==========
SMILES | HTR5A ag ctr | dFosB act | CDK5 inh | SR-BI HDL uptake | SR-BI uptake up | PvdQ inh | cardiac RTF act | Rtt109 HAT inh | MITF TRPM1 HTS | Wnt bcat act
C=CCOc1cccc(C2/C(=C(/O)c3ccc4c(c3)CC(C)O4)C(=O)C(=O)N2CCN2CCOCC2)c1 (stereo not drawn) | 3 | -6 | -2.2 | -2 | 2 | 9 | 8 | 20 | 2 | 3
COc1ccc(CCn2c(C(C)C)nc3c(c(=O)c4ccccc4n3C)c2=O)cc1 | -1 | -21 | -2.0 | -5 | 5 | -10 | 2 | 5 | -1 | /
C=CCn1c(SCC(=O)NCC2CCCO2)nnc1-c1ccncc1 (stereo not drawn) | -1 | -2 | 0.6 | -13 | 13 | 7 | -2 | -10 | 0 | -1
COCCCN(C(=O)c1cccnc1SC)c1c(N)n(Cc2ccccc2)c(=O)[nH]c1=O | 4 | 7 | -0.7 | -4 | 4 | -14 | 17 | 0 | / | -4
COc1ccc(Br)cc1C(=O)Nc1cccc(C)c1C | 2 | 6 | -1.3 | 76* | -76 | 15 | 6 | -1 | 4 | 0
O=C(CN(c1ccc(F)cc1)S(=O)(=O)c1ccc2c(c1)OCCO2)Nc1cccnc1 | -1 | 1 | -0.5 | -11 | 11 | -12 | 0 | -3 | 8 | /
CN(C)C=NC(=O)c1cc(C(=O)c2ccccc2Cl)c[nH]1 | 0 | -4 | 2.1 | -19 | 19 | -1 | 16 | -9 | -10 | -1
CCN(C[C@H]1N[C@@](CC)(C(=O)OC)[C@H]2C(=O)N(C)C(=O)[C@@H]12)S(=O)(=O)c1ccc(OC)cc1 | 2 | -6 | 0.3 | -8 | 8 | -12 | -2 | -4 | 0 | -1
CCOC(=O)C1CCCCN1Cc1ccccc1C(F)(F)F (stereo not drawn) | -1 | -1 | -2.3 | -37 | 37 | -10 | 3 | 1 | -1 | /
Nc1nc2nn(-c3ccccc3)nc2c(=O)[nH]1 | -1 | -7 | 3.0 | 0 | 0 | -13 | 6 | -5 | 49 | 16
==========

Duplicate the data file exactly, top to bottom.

SMILES | HTR5A ag ctr | dFosB act | CDK5 inh | SR-BI HDL uptake | SR-BI uptake up | PvdQ inh | cardiac RTF act | Rtt109 HAT inh | MITF TRPM1 HTS | Wnt bcat act
C=CCOc1cccc(C2/C(=C(/O)c3ccc4c(c3)CC(C)O4)C(=O)C(=O)N2CCN2CCOCC2)c1 (stereo not drawn) | 3 | -6 | -2.2 | -2 | 2 | 9 | 8 | 20 | 2 | 3
COc1ccc(CCn2c(C(C)C)nc3c(c(=O)c4ccccc4n3C)c2=O)cc1 | -1 | -21 | -2.0 | -5 | 5 | -10 | 2 | 5 | -1 | /
C=CCn1c(SCC(=O)NCC2CCCO2)nnc1-c1ccncc1 (stereo not drawn) | -1 | -2 | 0.6 | -13 | 13 | 7 | -2 | -10 | 0 | -1
COCCCN(C(=O)c1cccnc1SC)c1c(N)n(Cc2ccccc2)c(=O)[nH]c1=O | 4 | 7 | -0.7 | -4 | 4 | -14 | 17 | 0 | / | -4
COc1ccc(Br)cc1C(=O)Nc1cccc(C)c1C | 2 | 6 | -1.3 | 76* | -76 | 15 | 6 | -1 | 4 | 0
O=C(CN(c1ccc(F)cc1)S(=O)(=O)c1ccc2c(c1)OCCO2)Nc1cccnc1 | -1 | 1 | -0.5 | -11 | 11 | -12 | 0 | -3 | 8 | /
CN(C)C=NC(=O)c1cc(C(=O)c2ccccc2Cl)c[nH]1 | 0 | -4 | 2.1 | -19 | 19 | -1 | 16 | -9 | -10 | -1
CCN(C[C@H]1N[C@@](CC)(C(=O)OC)[C@H]2C(=O)N(C)C(=O)[C@@H]12)S(=O)(=O)c1ccc(OC)cc1 | 2 | -6 | 0.3 | -8 | 8 | -12 | -2 | -4 | 0 | -1
CCOC(=O)C1CCCCN1Cc1ccccc1C(F)(F)F (stereo not drawn) | -1 | -1 | -2.3 | -37 | 37 | -10 | 3 | 1 | -1 | /
Nc1nc2nn(-c3ccccc3)nc2c(=O)[nH]1 | -1 | -7 | 3.0 | 0 | 0 | -13 | 6 | -5 | 49 | 16